Tuesday, February 1, 2011

Internet and Social Media Dominate U.S. National and International News Viewing

The latest round of national media polling released prior to the State of the Union document the growing shift of Americans to non-traditional media.  One-half of the respondents in the Wall Street Journal/NBC News poll said they have a profile on Facebook or Linkedin.  In the same poll, cable channels dominate network for news of politics and current events (48% cable to 36% network).  And, a major irritant to Democratic partisans, Fox News dominates the cable marketplace.

The Pew Research Center’s latest research affirms the change in the public’s source of national and international news. The Internet is becoming increasingly competitive with television as America’s main source of news. As the Pew chart shows, television has declined from 82 percent in 2000 to 65 percent of the news marketplace in 2010.

Also during the last decade, the Internet audience for national and international news tripled from 13 percent in 2000 to 41 percent today. Newspapers that were cited by one-half the public as their news source in as recently as 2003 have dropped to 31 percent today. Radio, including talk radio, has remained stable at 16 percent.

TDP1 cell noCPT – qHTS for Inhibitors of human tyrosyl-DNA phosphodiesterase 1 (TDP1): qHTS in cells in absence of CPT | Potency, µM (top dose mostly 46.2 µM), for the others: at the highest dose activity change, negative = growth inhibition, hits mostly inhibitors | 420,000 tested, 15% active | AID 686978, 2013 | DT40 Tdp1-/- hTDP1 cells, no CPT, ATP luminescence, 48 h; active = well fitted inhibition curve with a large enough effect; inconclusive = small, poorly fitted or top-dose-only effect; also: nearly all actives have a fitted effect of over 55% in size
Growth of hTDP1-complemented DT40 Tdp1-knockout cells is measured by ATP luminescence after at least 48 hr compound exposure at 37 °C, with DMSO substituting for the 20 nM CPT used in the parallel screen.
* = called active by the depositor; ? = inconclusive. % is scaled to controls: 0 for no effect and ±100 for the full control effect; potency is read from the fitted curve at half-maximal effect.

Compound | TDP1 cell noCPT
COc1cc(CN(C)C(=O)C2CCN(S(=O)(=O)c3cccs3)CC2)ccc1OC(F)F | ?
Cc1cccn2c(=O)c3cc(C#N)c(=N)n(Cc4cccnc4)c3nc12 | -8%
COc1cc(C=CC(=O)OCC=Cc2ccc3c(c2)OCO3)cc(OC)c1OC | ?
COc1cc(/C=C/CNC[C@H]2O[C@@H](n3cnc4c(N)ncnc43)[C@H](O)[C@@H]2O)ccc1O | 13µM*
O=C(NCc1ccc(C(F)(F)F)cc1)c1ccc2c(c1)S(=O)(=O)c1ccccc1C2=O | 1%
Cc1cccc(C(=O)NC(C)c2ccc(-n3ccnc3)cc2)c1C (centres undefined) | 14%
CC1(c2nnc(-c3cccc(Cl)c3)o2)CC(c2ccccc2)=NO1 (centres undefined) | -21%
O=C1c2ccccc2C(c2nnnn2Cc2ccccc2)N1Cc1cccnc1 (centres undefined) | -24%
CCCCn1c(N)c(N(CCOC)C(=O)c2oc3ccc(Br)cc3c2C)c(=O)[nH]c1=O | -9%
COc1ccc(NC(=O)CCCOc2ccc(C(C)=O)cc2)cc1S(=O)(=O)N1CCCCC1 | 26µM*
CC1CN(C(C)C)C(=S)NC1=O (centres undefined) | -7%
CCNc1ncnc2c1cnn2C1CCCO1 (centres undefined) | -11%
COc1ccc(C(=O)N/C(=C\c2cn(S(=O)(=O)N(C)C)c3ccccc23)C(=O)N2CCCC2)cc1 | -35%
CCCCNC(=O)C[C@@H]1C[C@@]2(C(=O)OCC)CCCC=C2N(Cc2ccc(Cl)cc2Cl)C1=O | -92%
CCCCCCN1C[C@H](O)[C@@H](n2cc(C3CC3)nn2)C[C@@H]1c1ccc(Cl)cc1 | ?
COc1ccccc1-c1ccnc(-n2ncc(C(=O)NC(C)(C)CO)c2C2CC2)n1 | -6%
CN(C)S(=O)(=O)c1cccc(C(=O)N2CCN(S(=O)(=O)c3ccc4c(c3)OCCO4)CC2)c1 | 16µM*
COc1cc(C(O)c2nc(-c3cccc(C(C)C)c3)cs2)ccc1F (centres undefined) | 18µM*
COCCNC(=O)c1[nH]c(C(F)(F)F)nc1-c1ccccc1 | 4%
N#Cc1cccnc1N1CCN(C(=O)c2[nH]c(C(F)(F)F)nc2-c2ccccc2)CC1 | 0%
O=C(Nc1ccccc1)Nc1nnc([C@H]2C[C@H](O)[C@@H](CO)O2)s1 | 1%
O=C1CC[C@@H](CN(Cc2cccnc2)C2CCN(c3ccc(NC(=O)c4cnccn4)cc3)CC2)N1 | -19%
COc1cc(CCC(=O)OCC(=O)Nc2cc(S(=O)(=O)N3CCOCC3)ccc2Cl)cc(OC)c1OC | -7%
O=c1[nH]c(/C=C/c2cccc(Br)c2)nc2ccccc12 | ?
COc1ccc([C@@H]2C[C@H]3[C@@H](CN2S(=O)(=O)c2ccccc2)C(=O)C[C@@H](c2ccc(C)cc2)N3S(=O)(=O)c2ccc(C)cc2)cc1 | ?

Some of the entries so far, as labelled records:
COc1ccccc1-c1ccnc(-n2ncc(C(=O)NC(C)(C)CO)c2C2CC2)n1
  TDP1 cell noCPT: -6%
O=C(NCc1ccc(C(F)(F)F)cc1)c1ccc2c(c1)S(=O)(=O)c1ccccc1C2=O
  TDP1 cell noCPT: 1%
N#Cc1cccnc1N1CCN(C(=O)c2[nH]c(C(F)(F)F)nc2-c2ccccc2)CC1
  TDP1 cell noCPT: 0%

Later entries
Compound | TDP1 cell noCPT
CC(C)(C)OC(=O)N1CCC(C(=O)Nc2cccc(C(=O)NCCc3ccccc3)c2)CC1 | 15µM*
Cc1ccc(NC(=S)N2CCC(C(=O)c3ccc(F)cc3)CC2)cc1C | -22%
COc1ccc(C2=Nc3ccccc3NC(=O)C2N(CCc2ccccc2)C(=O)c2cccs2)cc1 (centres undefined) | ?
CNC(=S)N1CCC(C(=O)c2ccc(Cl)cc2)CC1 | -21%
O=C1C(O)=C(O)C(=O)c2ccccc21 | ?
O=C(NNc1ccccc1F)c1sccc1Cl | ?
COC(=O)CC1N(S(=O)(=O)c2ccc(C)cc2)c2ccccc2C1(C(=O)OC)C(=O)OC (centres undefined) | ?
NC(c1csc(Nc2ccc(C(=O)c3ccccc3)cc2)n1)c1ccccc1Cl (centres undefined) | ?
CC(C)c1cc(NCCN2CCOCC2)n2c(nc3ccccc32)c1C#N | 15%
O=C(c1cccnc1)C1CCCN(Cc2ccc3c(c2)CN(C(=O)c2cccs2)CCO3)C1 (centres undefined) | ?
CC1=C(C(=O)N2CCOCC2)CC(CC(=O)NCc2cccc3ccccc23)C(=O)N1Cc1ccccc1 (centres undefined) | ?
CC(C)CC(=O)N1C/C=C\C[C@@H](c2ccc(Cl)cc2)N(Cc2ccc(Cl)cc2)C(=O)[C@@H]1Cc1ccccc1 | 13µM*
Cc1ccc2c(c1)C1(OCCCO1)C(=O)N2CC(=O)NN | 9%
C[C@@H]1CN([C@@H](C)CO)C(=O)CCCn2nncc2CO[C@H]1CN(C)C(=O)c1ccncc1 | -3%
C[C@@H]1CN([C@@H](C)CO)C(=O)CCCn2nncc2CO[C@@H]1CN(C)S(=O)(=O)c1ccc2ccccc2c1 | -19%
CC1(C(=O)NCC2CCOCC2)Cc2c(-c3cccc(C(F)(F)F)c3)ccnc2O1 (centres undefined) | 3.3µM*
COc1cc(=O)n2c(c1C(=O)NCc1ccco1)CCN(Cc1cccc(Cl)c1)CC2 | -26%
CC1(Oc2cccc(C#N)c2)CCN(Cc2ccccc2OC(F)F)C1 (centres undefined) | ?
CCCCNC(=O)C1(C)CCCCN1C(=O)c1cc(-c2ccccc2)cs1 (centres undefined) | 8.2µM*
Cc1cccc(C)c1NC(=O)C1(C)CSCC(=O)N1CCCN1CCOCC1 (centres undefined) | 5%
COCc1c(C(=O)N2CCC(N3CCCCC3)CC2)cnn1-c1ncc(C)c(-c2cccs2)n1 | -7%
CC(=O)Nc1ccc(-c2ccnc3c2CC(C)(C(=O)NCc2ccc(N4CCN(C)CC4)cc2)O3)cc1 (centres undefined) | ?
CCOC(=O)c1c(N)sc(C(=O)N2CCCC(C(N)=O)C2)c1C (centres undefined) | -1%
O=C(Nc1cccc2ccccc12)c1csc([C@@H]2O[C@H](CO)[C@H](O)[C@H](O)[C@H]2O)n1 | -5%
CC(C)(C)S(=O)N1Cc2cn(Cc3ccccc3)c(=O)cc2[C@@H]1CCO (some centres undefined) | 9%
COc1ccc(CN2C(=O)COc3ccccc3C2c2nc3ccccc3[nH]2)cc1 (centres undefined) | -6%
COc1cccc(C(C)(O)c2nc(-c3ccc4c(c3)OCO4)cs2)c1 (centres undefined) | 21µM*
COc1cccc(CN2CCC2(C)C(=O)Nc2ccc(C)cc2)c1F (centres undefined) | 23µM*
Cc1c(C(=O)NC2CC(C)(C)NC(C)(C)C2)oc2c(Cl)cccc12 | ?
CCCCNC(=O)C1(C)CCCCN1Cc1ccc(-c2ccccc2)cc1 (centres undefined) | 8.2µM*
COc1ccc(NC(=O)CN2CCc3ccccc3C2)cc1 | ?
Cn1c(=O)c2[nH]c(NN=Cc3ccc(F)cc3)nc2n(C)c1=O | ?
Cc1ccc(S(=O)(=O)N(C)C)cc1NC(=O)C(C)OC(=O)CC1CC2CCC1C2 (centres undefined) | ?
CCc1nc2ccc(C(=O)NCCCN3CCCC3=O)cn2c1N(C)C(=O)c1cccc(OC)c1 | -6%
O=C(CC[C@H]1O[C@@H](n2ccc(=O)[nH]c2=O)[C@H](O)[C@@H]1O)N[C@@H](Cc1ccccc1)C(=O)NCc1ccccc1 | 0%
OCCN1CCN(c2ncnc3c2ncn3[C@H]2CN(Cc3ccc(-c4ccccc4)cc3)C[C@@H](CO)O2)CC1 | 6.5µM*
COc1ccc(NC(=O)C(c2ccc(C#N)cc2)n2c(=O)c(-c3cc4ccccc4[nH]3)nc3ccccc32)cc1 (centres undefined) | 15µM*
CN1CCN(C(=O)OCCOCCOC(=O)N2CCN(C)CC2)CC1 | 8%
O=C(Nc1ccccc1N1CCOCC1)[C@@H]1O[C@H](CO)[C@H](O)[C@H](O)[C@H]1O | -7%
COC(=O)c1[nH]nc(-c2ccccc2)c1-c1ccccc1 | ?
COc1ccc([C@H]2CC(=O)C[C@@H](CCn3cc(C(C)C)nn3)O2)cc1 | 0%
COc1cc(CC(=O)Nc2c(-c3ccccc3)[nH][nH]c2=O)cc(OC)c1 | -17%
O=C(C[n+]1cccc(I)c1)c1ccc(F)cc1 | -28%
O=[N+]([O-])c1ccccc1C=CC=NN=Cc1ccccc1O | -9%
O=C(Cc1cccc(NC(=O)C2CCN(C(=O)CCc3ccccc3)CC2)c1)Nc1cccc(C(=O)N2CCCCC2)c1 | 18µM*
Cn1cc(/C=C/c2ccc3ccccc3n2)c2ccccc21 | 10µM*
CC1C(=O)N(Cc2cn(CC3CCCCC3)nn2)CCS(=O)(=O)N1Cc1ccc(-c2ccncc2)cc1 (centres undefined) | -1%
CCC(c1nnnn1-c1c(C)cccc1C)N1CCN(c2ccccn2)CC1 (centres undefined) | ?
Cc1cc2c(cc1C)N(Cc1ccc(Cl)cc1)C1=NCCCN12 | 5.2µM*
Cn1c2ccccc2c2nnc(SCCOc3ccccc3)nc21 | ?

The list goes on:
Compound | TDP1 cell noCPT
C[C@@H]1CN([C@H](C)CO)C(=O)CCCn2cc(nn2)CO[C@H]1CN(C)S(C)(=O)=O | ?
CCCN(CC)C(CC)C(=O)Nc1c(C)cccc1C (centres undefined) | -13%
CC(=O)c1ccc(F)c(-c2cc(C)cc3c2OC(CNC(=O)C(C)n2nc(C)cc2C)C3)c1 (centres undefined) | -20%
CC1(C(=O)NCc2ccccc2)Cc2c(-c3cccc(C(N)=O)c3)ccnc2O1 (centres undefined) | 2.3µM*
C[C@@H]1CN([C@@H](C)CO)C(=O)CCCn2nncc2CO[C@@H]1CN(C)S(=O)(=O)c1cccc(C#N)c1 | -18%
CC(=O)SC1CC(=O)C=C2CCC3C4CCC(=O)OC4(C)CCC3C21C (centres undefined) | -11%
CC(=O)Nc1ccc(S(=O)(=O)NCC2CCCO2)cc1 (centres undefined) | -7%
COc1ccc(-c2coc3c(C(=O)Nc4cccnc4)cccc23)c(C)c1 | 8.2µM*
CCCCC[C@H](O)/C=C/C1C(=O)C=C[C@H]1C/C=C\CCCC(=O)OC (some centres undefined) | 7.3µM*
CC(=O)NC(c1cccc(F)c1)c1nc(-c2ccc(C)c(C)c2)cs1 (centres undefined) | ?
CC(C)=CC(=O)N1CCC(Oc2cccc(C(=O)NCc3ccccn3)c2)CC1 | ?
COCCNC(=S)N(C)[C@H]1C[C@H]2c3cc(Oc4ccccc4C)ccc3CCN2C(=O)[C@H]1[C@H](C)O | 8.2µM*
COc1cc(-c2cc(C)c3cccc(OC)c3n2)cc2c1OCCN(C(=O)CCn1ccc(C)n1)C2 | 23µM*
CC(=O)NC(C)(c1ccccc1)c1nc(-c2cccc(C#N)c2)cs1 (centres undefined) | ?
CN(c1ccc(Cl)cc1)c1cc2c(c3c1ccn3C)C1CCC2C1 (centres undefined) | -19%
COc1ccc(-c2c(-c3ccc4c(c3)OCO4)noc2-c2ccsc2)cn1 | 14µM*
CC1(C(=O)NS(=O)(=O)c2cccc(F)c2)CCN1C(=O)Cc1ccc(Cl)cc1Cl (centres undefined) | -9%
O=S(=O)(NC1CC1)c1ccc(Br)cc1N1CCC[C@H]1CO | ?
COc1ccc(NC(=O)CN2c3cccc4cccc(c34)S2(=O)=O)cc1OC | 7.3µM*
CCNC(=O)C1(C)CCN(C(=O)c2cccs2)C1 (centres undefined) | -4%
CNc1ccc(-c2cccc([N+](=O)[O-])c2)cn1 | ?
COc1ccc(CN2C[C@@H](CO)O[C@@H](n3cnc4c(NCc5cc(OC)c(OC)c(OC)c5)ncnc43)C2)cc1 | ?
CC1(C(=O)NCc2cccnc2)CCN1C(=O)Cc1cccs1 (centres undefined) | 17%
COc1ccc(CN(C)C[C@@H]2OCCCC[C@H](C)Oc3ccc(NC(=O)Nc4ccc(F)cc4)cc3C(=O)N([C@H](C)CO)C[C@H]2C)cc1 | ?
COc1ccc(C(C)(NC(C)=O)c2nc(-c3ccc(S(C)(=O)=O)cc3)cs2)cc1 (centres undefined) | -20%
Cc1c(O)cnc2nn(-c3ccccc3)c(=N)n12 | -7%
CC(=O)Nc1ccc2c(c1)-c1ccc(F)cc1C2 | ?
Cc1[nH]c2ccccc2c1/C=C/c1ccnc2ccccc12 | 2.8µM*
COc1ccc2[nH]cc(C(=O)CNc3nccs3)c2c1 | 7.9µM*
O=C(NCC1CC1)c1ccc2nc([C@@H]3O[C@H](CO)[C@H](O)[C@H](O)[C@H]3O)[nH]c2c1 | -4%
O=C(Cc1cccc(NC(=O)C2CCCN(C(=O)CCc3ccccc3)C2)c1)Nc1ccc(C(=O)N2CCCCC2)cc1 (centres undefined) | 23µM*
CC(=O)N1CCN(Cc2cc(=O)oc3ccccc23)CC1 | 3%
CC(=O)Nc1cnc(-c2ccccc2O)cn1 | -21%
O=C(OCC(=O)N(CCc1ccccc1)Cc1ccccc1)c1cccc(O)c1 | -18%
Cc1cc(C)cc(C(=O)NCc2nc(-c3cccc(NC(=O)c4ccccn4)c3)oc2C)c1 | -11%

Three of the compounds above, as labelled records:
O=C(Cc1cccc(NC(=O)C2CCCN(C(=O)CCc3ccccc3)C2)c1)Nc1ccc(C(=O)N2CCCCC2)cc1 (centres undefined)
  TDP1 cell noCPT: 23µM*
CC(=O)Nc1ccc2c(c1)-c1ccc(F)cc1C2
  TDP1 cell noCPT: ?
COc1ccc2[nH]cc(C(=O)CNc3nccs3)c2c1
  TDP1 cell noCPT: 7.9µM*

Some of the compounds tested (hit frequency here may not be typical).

Among people under 30 years old, the Internet beats television as their main source of national and international news.  Also, college graduates are now nearly as likely to depend on the Internet for news as television.

As other polls show, cable beats broadcast news, although even cable TV has declined from a high of 44 percent in 2002 to 36 percent now.

In a demonstration of this new media reality, the Michele Bachmann response to the State of the Union got more coverage than the official Republican response, at least partially because it powerfully used non-traditional media. It was developed for the Tea Party website to be streamed on the Internet, then was broadcast live on CNN and went viral on political websites among her friends and foes. Cable and radio talk shows made it a major topic and, finally, it was considered of sufficient news value to make broadcast (albeit largely in the context of possible divisions among the Republicans). Today, a major political speech must be accompanied by Internet postings from bloggers, video, Facebook, Twitter and circulation among all the available cable and radio talk shows.

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